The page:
Personal evacuation plans (PEEP’s) were available and stored securely along with other documents and were placed near the fire board and main exit from the home. Copies of the PEEP’s were also kept in each person’s file and reviewed regularly along with other personal file documents.

People felt their privacy and dignity was respected and staff were kind and caring when delivering care and their choice of lifestyle. Relatives we spoke with were complimentary about the staff and the care offered to their relations. People’s care and support needs had been assessed and people were involved in the development of their care plans, and when able were involved in the review of their care plan. When appropriate people were happy for their relatives to be involved in care planning and review. We observed staff offered people everyday choices and respected their decisions. Staff had access to people’s care plans and received regular updates about people’s care needs. Care plans included changes to people’s care and treatment, and people attended routine health checks.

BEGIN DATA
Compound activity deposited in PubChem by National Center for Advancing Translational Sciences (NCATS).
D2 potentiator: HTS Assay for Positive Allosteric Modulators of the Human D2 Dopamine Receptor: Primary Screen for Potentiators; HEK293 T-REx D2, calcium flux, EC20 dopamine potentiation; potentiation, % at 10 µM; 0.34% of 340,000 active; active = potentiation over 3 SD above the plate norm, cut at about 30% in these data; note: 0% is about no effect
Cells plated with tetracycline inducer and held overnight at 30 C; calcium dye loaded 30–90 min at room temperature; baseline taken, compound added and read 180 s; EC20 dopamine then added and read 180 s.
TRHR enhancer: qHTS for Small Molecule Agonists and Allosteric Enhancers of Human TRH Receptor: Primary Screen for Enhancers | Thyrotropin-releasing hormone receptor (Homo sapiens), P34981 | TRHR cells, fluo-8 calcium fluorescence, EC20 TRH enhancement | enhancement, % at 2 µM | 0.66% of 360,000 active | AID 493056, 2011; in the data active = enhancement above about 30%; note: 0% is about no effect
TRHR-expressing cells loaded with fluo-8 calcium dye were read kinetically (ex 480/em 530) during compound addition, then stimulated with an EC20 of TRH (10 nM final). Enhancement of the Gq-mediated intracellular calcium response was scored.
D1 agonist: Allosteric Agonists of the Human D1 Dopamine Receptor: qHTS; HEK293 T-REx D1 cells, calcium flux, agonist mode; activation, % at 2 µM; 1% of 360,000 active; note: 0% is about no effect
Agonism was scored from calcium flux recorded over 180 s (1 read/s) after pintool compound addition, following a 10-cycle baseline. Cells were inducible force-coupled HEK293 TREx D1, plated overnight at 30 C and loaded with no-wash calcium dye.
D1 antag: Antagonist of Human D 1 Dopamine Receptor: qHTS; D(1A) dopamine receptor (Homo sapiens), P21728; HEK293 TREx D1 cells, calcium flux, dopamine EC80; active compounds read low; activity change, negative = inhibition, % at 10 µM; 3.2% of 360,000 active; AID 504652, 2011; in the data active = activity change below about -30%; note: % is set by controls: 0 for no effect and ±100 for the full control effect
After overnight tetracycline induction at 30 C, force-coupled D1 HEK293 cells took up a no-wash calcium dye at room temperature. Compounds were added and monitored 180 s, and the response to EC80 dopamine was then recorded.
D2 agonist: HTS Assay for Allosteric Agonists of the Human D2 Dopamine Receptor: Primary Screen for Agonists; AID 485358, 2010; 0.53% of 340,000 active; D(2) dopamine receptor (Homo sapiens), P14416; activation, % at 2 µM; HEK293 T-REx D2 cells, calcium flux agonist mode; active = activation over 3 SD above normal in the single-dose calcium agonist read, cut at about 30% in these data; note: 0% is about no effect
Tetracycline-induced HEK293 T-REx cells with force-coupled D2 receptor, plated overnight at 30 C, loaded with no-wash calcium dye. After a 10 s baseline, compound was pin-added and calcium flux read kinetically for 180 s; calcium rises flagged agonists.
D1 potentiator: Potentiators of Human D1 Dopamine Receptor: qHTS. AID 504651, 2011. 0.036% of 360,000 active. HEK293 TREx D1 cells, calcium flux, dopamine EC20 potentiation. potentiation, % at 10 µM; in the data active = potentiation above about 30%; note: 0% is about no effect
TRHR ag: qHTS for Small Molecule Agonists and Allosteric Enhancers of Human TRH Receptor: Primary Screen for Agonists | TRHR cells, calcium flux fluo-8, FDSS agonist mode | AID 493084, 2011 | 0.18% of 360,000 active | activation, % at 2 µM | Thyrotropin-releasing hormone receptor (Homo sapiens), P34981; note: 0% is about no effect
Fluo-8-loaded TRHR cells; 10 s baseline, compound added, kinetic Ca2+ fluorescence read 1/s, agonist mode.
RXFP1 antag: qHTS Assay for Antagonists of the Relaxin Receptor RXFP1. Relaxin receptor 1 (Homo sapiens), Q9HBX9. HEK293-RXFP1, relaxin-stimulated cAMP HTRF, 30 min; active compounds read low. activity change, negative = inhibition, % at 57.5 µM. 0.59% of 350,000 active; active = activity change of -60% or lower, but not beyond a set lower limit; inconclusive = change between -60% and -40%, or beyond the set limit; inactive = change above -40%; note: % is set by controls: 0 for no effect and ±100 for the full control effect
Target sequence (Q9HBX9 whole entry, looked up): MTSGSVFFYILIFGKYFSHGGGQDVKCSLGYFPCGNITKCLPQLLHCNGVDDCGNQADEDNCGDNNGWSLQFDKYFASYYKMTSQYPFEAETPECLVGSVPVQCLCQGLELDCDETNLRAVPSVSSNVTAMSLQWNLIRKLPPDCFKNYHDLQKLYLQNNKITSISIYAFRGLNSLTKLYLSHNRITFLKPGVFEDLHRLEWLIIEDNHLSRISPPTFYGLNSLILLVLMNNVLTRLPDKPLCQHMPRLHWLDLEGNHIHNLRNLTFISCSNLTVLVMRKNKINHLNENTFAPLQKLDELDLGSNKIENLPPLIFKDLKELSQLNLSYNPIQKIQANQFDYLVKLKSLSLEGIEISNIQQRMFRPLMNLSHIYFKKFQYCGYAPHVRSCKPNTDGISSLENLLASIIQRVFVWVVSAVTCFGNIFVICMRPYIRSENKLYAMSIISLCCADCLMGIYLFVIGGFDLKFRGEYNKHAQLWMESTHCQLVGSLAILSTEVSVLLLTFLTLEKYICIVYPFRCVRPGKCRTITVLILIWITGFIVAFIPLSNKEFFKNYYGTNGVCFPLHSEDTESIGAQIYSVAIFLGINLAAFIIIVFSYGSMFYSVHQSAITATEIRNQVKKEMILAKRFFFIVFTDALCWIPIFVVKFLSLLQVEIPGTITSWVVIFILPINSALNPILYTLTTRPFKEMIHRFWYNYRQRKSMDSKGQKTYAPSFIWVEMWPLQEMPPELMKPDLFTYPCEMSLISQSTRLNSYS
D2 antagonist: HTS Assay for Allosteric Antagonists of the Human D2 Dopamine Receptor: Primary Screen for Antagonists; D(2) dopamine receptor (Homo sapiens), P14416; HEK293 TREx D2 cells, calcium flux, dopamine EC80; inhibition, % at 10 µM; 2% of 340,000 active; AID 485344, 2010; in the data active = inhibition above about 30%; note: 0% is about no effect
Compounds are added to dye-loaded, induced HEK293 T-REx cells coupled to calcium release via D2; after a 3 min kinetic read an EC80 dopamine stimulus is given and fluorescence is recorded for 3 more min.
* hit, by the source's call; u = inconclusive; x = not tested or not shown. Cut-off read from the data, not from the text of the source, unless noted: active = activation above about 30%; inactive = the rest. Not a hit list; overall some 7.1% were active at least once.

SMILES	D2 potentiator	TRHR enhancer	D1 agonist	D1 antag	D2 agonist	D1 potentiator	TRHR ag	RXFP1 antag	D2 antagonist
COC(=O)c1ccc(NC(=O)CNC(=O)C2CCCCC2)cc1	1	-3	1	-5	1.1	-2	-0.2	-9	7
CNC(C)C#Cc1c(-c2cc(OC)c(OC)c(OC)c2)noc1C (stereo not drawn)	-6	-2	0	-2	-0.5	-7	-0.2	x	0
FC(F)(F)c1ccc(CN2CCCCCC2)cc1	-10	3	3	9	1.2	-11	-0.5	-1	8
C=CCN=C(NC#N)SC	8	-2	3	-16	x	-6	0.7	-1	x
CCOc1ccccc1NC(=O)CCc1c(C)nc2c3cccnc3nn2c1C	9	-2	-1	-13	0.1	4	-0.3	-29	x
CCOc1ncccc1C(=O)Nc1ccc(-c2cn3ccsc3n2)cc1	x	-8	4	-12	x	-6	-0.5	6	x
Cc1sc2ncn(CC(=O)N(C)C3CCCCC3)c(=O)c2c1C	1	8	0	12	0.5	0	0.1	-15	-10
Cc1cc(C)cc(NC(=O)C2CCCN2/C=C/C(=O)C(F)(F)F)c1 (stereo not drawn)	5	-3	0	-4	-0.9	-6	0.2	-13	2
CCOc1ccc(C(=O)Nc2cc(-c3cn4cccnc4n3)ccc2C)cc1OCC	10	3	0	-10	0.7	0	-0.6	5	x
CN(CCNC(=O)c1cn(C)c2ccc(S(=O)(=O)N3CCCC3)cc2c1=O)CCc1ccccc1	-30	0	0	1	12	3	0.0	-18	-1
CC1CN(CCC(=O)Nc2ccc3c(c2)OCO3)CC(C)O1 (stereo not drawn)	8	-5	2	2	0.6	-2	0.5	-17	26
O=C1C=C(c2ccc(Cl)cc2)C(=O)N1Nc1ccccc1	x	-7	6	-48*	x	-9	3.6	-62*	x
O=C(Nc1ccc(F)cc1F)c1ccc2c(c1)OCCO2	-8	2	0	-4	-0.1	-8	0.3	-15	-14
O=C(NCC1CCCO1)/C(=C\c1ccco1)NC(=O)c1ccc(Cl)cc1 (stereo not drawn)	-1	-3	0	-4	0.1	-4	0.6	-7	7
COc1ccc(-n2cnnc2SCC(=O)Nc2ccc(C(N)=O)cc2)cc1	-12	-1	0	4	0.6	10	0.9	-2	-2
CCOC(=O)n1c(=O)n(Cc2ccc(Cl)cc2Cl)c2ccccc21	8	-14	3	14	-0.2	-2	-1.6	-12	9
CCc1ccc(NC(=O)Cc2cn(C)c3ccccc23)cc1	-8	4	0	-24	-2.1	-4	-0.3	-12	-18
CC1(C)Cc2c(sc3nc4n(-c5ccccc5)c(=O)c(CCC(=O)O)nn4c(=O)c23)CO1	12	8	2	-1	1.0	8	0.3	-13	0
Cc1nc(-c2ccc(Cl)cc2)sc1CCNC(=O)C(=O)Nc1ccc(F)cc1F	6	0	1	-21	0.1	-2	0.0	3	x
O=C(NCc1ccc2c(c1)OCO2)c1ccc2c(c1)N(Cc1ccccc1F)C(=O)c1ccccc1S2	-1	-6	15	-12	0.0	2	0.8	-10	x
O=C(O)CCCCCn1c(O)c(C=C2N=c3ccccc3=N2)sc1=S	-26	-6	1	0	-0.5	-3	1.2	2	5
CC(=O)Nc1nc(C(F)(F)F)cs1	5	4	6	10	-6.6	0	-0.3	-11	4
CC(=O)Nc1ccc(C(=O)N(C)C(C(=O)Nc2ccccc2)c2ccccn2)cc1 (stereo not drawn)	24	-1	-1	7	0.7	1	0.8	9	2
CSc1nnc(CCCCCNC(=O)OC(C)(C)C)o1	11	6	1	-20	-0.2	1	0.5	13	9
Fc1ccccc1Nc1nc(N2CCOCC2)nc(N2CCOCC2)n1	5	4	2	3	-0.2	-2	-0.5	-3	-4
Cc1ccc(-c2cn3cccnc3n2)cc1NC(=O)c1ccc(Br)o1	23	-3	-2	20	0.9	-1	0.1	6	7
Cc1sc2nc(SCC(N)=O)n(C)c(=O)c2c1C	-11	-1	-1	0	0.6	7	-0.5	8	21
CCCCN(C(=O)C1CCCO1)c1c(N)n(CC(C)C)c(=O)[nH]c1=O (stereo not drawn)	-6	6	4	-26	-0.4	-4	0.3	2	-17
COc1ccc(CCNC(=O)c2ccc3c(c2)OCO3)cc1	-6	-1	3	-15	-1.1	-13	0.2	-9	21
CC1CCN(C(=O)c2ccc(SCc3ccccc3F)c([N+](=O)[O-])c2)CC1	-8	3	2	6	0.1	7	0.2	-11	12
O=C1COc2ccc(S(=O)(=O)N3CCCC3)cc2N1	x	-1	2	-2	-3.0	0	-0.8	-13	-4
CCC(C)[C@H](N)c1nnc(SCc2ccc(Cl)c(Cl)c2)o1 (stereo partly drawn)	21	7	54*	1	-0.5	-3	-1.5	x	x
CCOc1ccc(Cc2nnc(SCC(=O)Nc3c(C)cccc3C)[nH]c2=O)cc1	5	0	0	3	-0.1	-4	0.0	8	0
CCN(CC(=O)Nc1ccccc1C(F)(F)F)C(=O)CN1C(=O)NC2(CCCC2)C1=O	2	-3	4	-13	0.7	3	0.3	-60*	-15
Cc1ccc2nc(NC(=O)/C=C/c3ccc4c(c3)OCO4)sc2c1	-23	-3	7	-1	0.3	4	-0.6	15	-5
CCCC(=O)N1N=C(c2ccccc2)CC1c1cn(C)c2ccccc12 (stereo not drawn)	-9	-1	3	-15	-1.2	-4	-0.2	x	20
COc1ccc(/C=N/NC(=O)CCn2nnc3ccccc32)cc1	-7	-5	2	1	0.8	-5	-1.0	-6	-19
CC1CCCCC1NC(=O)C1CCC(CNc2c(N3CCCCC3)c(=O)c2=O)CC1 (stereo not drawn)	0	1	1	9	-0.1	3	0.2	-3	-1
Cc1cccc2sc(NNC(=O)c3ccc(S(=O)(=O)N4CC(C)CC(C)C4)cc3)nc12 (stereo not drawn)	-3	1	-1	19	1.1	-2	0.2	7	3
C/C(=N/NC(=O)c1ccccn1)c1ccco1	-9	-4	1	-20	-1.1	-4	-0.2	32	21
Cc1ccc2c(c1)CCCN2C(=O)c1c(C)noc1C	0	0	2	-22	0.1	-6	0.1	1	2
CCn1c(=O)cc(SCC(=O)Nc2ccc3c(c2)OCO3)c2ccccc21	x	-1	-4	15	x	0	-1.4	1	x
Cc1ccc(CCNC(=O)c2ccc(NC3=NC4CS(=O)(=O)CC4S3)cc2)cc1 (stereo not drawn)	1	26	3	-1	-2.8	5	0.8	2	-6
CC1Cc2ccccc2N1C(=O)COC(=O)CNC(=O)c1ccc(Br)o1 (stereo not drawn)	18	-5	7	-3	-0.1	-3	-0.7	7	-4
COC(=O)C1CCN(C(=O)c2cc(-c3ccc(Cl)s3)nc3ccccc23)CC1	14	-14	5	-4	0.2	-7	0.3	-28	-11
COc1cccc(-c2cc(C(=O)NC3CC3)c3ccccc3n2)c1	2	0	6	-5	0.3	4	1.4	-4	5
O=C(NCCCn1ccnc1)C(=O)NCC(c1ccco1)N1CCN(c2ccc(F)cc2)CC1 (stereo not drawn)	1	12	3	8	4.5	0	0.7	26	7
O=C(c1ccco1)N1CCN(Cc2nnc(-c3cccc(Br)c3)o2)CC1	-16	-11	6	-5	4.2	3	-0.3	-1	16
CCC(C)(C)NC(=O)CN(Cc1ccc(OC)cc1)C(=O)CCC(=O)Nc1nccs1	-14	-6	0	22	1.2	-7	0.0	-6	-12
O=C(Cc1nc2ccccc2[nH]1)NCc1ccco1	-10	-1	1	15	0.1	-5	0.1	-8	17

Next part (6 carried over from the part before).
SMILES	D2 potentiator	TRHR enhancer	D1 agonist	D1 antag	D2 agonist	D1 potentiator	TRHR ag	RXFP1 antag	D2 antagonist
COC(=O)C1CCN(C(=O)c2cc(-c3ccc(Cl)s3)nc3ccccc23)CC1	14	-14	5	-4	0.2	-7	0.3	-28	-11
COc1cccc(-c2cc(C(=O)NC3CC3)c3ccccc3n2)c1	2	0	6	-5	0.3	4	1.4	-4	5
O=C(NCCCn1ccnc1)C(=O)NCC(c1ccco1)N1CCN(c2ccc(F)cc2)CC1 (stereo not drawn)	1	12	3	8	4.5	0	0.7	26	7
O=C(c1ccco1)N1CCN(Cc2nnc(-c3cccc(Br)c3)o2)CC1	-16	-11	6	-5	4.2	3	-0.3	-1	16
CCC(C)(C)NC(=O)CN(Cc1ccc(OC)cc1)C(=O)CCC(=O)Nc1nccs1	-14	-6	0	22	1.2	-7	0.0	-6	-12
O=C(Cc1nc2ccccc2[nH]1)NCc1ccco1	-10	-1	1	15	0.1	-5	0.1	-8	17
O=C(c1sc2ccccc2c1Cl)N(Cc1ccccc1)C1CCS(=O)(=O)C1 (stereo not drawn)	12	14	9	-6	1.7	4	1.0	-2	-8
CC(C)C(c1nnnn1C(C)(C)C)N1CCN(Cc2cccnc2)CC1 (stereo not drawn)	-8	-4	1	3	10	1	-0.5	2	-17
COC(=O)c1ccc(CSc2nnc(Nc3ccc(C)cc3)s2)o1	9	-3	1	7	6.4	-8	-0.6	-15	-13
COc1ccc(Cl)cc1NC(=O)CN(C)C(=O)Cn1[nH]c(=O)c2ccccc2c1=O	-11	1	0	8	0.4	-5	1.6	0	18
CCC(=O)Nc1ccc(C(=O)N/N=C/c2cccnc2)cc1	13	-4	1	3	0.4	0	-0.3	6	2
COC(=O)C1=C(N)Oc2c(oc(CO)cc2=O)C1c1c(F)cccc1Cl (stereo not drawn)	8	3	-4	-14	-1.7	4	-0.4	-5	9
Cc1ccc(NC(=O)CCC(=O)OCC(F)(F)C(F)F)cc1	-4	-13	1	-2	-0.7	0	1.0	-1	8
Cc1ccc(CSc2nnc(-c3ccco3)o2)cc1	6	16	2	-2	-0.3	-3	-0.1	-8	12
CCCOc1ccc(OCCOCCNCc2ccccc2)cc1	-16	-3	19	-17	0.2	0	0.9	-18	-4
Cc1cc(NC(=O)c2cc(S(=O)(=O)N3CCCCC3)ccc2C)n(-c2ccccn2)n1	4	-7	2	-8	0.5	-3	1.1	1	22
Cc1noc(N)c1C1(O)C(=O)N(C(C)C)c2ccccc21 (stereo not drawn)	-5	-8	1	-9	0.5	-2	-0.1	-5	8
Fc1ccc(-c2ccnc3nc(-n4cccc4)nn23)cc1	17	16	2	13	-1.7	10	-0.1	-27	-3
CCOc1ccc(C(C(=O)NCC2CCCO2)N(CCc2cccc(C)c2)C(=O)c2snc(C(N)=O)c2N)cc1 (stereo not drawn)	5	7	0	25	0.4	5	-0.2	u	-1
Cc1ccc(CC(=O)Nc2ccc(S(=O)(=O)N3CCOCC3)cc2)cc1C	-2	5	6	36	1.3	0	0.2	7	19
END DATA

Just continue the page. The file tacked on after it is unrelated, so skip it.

People were provided with a choice of meals that met their cultural and dietary preferences. The catering and care staff were provided with up to date information about people’s allergies and dietary needs. People’s opinions were sought to meet their individual meal choices. There were sufficient person centred activities provided on a regular basis and people’s cultural and religious needs were met. Staff had a good understanding of people’s care needs, and people were able to maintain contact with family and friends as visitors were welcome without undue restrictions.